- Content from other sources such as low-quality guest blog posts
- Doorway pages
Google has created recommended actions in their webmasters guidelines to help stop businesses from violating content rules. When writing content, you need to ask yourself “does this content add substantial value to the end user?”
Badly written content
High quality, well-structured content anchors website visitors and reduces bounce rates. The longer they stay, the more engaged with your brand they will be, increasing the chances of them converting. If your visitors aren’t sticking around because your content isn’t engaging or relevant, the likelihood of them purchasing or returning is next to none. In this case, any traffic you do receive – whether it’s from search engines, social media, email marketing, external sources, or direct visits – is practically useless.
Low quality content also compromises the credibility of your brand and domain authority. If your content isn’t deemed trustworthy or valuable, your inbound links will be sporadic at best. However, shoehorning many keywords into your content will negatively impact the quality of your content. When content is structured to beat Google’s algorithms by overusing keywords, the web page is considered spammy and doesn’t serve the purpose of meeting the needs of users, leading to penalties.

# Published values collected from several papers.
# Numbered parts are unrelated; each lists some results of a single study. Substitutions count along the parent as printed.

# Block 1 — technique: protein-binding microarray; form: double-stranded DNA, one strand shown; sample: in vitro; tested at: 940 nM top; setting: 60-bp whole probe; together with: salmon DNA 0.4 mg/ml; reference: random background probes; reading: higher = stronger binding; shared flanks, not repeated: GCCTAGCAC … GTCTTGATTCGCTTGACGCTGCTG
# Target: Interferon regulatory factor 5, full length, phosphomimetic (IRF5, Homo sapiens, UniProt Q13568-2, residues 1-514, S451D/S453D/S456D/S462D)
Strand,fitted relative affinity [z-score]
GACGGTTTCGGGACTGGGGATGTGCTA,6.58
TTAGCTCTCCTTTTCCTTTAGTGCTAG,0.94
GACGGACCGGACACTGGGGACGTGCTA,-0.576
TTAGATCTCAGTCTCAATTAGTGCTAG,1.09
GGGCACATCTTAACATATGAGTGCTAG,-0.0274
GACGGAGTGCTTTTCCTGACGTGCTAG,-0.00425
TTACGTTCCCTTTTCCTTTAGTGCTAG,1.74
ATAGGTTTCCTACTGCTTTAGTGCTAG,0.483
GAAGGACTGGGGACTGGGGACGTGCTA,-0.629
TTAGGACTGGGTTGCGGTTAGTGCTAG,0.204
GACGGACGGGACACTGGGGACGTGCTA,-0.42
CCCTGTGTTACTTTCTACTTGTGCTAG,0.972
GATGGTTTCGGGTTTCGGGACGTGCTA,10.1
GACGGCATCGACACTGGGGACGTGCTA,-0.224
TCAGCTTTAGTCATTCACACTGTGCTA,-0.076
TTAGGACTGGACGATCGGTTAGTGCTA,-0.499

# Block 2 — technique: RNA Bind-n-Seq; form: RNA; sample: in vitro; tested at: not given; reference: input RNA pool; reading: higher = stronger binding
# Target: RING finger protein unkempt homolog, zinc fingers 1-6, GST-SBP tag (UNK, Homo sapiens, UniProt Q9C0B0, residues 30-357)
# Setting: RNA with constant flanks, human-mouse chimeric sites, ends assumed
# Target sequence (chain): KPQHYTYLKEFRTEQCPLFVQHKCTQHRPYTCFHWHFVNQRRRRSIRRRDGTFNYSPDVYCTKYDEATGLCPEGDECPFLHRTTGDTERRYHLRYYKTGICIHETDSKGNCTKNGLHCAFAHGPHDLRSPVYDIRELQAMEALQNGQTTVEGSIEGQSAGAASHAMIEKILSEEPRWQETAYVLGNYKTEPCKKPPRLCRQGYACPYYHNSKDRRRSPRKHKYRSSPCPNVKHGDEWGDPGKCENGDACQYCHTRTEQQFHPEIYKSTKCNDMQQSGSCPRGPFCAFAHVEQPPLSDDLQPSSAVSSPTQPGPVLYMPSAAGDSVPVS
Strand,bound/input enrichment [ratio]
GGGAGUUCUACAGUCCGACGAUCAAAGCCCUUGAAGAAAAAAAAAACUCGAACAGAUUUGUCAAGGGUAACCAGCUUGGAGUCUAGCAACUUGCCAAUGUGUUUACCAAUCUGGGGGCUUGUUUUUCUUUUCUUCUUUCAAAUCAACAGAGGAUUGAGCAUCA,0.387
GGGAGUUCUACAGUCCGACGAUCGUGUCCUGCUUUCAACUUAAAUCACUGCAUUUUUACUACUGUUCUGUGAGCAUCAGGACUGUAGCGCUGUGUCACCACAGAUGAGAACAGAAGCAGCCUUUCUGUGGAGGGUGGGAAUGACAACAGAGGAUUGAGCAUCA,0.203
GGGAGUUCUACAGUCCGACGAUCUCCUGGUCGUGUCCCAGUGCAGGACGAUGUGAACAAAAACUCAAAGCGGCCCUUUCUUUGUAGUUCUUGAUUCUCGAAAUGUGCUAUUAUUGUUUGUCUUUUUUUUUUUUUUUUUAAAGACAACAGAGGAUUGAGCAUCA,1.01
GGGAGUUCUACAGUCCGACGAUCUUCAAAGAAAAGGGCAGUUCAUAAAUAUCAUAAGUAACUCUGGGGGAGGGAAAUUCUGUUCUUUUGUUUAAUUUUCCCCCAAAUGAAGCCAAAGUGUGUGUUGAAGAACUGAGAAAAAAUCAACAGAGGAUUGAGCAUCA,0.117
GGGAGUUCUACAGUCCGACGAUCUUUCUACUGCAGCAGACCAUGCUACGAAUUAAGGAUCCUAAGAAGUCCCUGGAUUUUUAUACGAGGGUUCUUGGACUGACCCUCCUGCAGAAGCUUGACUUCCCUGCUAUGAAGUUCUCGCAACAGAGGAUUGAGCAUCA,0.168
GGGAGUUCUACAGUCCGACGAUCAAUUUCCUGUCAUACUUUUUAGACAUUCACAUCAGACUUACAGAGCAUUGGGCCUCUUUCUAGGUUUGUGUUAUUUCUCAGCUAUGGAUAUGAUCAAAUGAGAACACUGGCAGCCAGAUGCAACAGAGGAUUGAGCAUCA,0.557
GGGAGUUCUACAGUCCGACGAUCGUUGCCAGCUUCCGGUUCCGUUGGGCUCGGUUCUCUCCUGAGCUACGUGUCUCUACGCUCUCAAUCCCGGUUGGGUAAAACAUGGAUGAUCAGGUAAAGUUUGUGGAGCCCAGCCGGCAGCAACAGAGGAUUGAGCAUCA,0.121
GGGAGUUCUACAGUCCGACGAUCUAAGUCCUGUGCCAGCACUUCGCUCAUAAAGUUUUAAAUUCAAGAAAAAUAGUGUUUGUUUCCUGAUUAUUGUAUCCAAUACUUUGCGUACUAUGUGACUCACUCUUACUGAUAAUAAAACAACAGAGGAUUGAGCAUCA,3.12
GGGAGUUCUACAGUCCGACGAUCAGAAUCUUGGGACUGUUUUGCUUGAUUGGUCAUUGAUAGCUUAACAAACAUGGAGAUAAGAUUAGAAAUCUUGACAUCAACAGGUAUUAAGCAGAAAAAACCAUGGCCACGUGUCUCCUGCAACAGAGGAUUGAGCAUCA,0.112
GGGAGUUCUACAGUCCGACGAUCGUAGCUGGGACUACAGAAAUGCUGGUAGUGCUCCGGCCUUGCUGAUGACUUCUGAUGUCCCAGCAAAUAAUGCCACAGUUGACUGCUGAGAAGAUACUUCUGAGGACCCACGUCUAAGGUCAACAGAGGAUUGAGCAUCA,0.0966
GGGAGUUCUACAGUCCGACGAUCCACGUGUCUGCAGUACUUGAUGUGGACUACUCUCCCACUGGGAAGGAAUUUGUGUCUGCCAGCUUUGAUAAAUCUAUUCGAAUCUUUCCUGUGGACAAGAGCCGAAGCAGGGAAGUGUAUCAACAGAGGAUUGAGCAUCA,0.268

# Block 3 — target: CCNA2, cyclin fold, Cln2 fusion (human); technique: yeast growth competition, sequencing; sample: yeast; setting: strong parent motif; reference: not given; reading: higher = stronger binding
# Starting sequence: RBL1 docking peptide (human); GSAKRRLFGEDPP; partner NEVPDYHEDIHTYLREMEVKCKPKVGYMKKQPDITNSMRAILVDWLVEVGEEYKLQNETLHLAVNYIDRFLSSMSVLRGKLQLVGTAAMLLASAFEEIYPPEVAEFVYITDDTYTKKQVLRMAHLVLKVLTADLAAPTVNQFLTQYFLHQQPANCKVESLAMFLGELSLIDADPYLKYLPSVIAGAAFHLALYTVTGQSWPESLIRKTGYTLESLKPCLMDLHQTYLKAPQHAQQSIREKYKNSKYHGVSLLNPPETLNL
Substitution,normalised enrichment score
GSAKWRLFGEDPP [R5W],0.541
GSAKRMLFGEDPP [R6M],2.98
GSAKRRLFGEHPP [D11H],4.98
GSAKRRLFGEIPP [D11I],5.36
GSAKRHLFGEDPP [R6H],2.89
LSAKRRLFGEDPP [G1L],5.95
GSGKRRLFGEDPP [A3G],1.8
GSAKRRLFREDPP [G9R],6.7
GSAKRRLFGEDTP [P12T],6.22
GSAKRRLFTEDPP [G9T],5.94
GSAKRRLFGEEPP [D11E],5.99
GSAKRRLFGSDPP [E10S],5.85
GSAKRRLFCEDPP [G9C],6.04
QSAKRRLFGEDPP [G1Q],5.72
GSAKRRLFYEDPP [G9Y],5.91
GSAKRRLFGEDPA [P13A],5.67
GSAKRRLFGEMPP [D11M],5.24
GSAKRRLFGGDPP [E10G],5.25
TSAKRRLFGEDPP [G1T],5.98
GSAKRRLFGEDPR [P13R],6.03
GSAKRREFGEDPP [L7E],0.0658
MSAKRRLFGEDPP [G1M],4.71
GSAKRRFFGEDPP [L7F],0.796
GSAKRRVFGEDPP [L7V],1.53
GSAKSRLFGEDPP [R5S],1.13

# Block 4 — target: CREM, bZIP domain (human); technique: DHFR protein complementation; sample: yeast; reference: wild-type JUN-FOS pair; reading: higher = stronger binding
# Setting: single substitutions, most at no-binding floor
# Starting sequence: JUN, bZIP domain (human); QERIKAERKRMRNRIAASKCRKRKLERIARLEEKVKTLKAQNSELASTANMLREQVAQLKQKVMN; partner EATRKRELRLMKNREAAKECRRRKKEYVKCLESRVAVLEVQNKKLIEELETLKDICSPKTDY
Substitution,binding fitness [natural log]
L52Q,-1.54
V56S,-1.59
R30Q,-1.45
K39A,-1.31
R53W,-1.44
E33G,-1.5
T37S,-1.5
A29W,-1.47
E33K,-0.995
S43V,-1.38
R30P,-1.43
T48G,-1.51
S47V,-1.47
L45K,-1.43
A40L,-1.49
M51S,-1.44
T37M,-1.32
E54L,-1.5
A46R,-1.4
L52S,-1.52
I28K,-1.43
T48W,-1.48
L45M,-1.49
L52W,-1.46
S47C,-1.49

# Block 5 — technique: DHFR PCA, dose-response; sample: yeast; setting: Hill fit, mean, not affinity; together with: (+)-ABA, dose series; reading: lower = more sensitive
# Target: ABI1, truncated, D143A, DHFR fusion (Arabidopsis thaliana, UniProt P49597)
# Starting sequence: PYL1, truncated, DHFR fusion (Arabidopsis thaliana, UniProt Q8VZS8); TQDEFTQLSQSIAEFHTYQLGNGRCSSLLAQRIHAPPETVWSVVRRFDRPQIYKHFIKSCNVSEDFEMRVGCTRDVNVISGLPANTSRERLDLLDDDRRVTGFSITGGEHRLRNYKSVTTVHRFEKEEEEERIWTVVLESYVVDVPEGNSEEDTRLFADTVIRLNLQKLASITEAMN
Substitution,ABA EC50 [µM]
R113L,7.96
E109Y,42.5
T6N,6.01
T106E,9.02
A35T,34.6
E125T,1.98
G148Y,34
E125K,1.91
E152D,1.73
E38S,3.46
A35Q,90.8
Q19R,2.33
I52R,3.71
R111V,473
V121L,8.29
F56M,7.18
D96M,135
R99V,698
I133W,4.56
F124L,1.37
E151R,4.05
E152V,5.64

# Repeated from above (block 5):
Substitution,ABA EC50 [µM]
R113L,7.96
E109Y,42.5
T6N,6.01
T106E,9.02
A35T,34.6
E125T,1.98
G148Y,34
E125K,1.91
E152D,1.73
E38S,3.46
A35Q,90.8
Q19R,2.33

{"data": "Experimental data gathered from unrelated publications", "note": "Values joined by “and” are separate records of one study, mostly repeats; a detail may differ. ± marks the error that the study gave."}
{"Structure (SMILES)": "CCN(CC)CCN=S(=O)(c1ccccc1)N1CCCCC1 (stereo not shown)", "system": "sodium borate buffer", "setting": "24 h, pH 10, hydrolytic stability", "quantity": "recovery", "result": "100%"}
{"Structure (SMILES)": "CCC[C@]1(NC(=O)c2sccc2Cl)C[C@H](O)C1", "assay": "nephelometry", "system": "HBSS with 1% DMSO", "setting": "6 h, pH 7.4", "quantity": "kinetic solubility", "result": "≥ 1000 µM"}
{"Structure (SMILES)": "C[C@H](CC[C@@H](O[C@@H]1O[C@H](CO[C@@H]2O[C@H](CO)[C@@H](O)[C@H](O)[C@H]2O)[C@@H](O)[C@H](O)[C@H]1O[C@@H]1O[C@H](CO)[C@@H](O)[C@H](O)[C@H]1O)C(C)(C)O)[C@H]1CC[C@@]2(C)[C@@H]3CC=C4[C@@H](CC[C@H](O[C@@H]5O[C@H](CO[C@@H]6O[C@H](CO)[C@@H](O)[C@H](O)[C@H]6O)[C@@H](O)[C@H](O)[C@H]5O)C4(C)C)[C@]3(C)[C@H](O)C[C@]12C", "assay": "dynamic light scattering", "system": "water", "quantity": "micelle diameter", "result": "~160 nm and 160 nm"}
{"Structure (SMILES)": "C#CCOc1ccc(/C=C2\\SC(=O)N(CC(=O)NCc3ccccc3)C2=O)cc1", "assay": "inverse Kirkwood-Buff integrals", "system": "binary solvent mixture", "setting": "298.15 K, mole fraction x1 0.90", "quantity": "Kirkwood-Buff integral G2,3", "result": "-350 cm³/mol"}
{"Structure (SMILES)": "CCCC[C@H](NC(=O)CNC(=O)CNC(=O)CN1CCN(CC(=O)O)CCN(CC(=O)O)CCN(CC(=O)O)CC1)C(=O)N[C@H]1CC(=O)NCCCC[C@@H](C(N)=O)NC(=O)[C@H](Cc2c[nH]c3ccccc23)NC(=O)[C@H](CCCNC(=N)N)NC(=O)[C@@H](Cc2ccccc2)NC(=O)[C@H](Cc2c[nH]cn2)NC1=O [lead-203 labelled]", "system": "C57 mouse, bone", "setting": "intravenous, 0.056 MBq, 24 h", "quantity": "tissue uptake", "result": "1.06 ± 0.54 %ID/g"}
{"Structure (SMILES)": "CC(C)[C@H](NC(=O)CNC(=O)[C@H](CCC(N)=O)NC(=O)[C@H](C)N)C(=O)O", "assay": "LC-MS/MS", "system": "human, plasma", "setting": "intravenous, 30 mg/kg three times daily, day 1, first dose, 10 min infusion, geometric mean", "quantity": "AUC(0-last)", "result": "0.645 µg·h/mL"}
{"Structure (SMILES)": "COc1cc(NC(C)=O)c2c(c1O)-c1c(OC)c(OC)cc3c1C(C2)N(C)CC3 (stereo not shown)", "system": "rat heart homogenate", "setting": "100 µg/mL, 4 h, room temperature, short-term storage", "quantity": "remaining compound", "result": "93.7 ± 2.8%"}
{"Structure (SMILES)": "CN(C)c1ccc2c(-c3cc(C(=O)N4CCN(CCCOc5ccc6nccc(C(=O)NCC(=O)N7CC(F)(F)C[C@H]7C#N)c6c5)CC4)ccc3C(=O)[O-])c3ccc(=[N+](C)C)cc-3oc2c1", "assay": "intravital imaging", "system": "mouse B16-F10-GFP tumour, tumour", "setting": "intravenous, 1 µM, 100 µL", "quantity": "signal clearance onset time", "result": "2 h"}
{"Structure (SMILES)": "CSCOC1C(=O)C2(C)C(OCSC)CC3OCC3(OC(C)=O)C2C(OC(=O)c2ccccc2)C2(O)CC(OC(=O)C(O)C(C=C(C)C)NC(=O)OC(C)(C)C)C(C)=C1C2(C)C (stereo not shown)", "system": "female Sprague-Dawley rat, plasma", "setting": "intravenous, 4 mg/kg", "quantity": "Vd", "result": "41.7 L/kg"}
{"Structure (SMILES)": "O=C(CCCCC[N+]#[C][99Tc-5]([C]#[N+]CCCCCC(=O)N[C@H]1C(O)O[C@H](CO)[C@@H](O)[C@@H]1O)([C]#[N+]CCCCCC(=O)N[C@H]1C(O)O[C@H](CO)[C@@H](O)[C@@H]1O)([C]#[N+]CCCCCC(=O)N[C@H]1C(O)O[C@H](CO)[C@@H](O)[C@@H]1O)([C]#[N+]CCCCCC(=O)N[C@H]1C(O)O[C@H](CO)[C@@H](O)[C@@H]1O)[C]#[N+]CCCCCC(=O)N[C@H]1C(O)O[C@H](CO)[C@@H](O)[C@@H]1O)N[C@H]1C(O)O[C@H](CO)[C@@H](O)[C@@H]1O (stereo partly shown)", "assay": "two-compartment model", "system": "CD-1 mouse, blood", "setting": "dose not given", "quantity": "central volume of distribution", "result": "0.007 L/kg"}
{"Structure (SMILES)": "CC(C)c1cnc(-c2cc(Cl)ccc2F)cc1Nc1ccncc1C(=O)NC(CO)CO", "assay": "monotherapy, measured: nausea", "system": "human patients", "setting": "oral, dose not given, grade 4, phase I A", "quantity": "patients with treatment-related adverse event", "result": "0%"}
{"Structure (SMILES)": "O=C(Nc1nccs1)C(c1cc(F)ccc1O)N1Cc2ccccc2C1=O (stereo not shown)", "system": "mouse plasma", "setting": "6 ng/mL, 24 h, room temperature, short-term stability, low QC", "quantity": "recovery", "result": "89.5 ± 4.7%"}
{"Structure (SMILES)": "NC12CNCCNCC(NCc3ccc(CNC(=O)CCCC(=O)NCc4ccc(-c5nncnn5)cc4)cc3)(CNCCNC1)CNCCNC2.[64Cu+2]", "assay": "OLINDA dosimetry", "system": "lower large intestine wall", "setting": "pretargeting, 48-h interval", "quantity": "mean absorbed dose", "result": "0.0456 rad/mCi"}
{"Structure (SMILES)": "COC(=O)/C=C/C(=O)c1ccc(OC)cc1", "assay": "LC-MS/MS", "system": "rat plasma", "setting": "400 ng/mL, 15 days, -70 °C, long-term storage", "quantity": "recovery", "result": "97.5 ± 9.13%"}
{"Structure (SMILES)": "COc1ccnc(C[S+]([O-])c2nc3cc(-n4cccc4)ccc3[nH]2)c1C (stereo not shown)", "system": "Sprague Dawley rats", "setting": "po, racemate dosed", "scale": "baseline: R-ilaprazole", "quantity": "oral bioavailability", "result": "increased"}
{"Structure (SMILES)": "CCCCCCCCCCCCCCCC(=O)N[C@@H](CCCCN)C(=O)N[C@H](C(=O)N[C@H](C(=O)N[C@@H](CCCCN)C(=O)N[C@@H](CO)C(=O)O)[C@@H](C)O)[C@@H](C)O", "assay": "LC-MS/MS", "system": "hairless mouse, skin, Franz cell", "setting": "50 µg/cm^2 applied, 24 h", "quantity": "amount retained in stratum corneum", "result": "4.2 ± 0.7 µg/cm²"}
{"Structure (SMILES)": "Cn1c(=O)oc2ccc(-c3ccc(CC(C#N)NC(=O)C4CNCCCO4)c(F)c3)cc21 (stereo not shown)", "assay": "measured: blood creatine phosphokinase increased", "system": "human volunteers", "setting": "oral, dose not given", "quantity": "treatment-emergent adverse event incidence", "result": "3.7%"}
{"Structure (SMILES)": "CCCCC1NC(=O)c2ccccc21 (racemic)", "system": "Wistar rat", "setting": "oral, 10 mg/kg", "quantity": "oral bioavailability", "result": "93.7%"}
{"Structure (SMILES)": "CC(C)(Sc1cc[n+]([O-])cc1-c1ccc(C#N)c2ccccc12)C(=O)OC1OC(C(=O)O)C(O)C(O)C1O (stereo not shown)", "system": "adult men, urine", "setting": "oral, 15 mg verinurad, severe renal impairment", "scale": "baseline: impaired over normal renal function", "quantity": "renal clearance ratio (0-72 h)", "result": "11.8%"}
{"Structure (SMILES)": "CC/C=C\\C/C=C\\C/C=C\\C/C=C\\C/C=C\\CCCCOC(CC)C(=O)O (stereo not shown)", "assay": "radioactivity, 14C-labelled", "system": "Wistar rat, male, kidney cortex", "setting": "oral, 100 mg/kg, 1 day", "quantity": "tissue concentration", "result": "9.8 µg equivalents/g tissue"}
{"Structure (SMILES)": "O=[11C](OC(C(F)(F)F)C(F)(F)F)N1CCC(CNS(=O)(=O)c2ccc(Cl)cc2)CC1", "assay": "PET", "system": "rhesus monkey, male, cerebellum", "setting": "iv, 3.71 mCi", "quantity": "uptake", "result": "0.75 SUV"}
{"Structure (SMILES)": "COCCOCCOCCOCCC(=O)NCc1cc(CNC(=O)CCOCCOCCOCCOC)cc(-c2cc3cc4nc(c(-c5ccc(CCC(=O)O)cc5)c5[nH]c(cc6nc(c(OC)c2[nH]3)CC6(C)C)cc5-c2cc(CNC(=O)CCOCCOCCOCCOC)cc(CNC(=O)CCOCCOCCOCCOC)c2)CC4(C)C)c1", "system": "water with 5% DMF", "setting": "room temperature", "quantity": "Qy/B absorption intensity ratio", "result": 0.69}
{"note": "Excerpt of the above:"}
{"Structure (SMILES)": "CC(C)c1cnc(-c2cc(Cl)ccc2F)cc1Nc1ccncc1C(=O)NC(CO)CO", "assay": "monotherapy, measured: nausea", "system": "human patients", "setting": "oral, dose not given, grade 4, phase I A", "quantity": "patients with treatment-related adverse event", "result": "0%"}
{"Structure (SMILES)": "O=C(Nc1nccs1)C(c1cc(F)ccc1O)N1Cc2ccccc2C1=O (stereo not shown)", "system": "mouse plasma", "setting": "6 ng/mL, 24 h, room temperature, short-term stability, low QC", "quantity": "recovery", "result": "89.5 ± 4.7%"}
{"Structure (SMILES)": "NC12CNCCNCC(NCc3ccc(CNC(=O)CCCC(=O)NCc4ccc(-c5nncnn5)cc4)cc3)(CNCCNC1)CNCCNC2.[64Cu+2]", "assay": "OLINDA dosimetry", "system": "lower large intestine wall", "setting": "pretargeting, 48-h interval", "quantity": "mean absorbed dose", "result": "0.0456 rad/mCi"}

SEO is not a quick fix
Ranking position one (and even position 0) is highly competitive. Everyone wants to appear top! But it requires time, patience and a solid SEO strategy. If you want more immediate visibility, you should consider investing in PPC.
Changes in SERPs can be seen in a matter of days, weeks and sometimes months. Yes, this can be frustrating. But, the long-term positive results you can gain over your competition means the benefit massively outweighs the negatives. If your website is properly optimised, you will gain visibility for months or even years to come. This not only gives you a better return on investment, but also allows you to work on other digital marketing activities.
If you have any questions or would like to discover the potential SEO can bring to your business, get in touch with one of our experts.